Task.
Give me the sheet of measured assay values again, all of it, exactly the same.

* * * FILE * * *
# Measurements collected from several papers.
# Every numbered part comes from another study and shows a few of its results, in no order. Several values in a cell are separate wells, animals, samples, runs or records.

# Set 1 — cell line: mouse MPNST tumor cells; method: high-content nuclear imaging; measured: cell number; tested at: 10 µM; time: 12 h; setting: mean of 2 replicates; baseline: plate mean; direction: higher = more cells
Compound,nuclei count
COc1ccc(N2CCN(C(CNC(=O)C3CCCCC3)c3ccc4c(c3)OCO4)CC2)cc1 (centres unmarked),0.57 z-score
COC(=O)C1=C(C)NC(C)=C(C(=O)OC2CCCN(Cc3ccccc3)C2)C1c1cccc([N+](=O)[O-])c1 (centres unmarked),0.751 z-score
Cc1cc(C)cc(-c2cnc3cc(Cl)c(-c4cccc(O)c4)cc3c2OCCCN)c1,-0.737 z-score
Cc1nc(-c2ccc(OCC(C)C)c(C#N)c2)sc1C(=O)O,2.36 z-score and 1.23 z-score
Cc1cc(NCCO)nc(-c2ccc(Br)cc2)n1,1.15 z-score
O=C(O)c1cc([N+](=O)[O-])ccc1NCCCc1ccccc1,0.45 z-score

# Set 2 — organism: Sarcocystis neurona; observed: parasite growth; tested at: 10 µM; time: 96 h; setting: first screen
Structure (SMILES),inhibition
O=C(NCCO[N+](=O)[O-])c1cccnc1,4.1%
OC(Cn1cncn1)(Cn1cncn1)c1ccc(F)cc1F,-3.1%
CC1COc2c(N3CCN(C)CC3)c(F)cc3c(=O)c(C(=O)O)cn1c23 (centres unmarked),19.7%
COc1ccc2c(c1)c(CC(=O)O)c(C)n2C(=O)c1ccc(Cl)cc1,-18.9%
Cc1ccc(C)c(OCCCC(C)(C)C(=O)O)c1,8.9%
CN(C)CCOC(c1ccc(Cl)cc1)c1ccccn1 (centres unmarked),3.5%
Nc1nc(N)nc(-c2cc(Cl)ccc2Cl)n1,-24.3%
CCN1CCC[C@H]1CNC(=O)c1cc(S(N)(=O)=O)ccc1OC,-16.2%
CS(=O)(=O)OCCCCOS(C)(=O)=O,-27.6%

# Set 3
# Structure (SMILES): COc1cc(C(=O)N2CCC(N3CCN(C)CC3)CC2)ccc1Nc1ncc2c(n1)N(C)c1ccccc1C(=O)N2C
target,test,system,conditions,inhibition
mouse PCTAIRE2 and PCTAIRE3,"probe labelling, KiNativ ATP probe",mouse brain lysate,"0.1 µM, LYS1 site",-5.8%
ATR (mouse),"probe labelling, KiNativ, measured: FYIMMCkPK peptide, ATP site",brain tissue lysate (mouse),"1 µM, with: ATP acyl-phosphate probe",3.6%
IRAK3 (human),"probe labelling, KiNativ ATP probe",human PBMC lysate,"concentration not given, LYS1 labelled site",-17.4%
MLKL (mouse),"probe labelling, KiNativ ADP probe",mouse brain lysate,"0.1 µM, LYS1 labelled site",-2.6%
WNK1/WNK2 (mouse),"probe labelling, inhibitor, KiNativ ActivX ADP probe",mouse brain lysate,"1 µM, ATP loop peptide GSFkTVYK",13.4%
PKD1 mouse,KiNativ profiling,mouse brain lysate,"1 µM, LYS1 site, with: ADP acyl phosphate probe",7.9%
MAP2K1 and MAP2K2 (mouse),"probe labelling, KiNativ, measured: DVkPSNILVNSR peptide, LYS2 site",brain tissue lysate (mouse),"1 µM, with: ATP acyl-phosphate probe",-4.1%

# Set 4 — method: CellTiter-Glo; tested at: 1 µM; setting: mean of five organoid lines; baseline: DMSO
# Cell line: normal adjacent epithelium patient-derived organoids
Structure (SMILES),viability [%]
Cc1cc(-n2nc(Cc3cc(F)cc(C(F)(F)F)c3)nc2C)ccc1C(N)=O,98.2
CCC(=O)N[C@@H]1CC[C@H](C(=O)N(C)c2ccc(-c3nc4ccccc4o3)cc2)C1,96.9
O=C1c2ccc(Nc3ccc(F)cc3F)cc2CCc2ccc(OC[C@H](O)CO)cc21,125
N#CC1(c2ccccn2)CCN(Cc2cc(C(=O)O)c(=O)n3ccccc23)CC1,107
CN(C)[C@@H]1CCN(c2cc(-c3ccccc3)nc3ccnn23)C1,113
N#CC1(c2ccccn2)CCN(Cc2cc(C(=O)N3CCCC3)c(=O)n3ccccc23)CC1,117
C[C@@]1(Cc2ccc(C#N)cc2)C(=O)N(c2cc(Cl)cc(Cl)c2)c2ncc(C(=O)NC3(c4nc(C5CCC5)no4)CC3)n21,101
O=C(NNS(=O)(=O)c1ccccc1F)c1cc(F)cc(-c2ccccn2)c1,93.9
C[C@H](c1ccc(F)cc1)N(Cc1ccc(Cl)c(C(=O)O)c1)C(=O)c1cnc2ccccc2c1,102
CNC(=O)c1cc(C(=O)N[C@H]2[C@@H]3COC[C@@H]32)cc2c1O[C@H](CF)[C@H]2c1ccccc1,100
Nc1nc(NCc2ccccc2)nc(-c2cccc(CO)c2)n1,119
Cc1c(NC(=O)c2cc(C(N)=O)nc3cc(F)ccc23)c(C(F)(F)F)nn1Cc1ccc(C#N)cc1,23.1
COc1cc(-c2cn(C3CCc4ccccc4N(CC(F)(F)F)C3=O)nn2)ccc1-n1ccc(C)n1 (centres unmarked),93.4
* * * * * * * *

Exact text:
# Measurements collected from several papers.
# Every numbered part comes from another study and shows a few of its results, in no order. Several values in a cell are separate wells, animals, samples, runs or records.

# Set 1 — cell line: mouse MPNST tumor cells; method: high-content nuclear imaging; measured: cell number; tested at: 10 µM; time: 12 h; setting: mean of 2 replicates; baseline: plate mean; direction: higher = more cells
Compound,nuclei count
COc1ccc(N2CCN(C(CNC(=O)C3CCCCC3)c3ccc4c(c3)OCO4)CC2)cc1 (centres unmarked),0.57 z-score
COC(=O)C1=C(C)NC(C)=C(C(=O)OC2CCCN(Cc3ccccc3)C2)C1c1cccc([N+](=O)[O-])c1 (centres unmarked),0.751 z-score
Cc1cc(C)cc(-c2cnc3cc(Cl)c(-c4cccc(O)c4)cc3c2OCCCN)c1,-0.737 z-score
Cc1nc(-c2ccc(OCC(C)C)c(C#N)c2)sc1C(=O)O,2.36 z-score and 1.23 z-score
Cc1cc(NCCO)nc(-c2ccc(Br)cc2)n1,1.15 z-score
O=C(O)c1cc([N+](=O)[O-])ccc1NCCCc1ccccc1,0.45 z-score

# Set 2 — organism: Sarcocystis neurona; observed: parasite growth; tested at: 10 µM; time: 96 h; setting: first screen
Structure (SMILES),inhibition
O=C(NCCO[N+](=O)[O-])c1cccnc1,4.1%
OC(Cn1cncn1)(Cn1cncn1)c1ccc(F)cc1F,-3.1%
CC1COc2c(N3CCN(C)CC3)c(F)cc3c(=O)c(C(=O)O)cn1c23 (centres unmarked),19.7%
COc1ccc2c(c1)c(CC(=O)O)c(C)n2C(=O)c1ccc(Cl)cc1,-18.9%
Cc1ccc(C)c(OCCCC(C)(C)C(=O)O)c1,8.9%
CN(C)CCOC(c1ccc(Cl)cc1)c1ccccn1 (centres unmarked),3.5%
Nc1nc(N)nc(-c2cc(Cl)ccc2Cl)n1,-24.3%
CCN1CCC[C@H]1CNC(=O)c1cc(S(N)(=O)=O)ccc1OC,-16.2%
CS(=O)(=O)OCCCCOS(C)(=O)=O,-27.6%

# Set 3
# Structure (SMILES): COc1cc(C(=O)N2CCC(N3CCN(C)CC3)CC2)ccc1Nc1ncc2c(n1)N(C)c1ccccc1C(=O)N2C
target,test,system,conditions,inhibition
mouse PCTAIRE2 and PCTAIRE3,"probe labelling, KiNativ ATP probe",mouse brain lysate,"0.1 µM, LYS1 site",-5.8%
ATR (mouse),"probe labelling, KiNativ, measured: FYIMMCkPK peptide, ATP site",brain tissue lysate (mouse),"1 µM, with: ATP acyl-phosphate probe",3.6%
IRAK3 (human),"probe labelling, KiNativ ATP probe",human PBMC lysate,"concentration not given, LYS1 labelled site",-17.4%
MLKL (mouse),"probe labelling, KiNativ ADP probe",mouse brain lysate,"0.1 µM, LYS1 labelled site",-2.6%
WNK1/WNK2 (mouse),"probe labelling, inhibitor, KiNativ ActivX ADP probe",mouse brain lysate,"1 µM, ATP loop peptide GSFkTVYK",13.4%
PKD1 mouse,KiNativ profiling,mouse brain lysate,"1 µM, LYS1 site, with: ADP acyl phosphate probe",7.9%
MAP2K1 and MAP2K2 (mouse),"probe labelling, KiNativ, measured: DVkPSNILVNSR peptide, LYS2 site",brain tissue lysate (mouse),"1 µM, with: ATP acyl-phosphate probe",-4.1%

# Set 4 — method: CellTiter-Glo; tested at: 1 µM; setting: mean of five organoid lines; baseline: DMSO
# Cell line: normal adjacent epithelium patient-derived organoids
Structure (SMILES),viability [%]
Cc1cc(-n2nc(Cc3cc(F)cc(C(F)(F)F)c3)nc2C)ccc1C(N)=O,98.2
CCC(=O)N[C@@H]1CC[C@H](C(=O)N(C)c2ccc(-c3nc4ccccc4o3)cc2)C1,96.9
O=C1c2ccc(Nc3ccc(F)cc3F)cc2CCc2ccc(OC[C@H](O)CO)cc21,125
N#CC1(c2ccccn2)CCN(Cc2cc(C(=O)O)c(=O)n3ccccc23)CC1,107
CN(C)[C@@H]1CCN(c2cc(-c3ccccc3)nc3ccnn23)C1,113
N#CC1(c2ccccn2)CCN(Cc2cc(C(=O)N3CCCC3)c(=O)n3ccccc23)CC1,117
C[C@@]1(Cc2ccc(C#N)cc2)C(=O)N(c2cc(Cl)cc(Cl)c2)c2ncc(C(=O)NC3(c4nc(C5CCC5)no4)CC3)n21,101
O=C(NNS(=O)(=O)c1ccccc1F)c1cc(F)cc(-c2ccccn2)c1,93.9
C[C@H](c1ccc(F)cc1)N(Cc1ccc(Cl)c(C(=O)O)c1)C(=O)c1cnc2ccccc2c1,102
CNC(=O)c1cc(C(=O)N[C@H]2[C@@H]3COC[C@@H]32)cc2c1O[C@H](CF)[C@H]2c1ccccc1,100
Nc1nc(NCc2ccccc2)nc(-c2cccc(CO)c2)n1,119
Cc1c(NC(=O)c2cc(C(N)=O)nc3cc(F)ccc23)c(C(F)(F)F)nn1Cc1ccc(C#N)cc1,23.1
COc1cc(-c2cn(C3CCc4ccccc4N(CC(F)(F)F)C3=O)nn2)ccc1-n1ccc(C)n1 (centres unmarked),93.4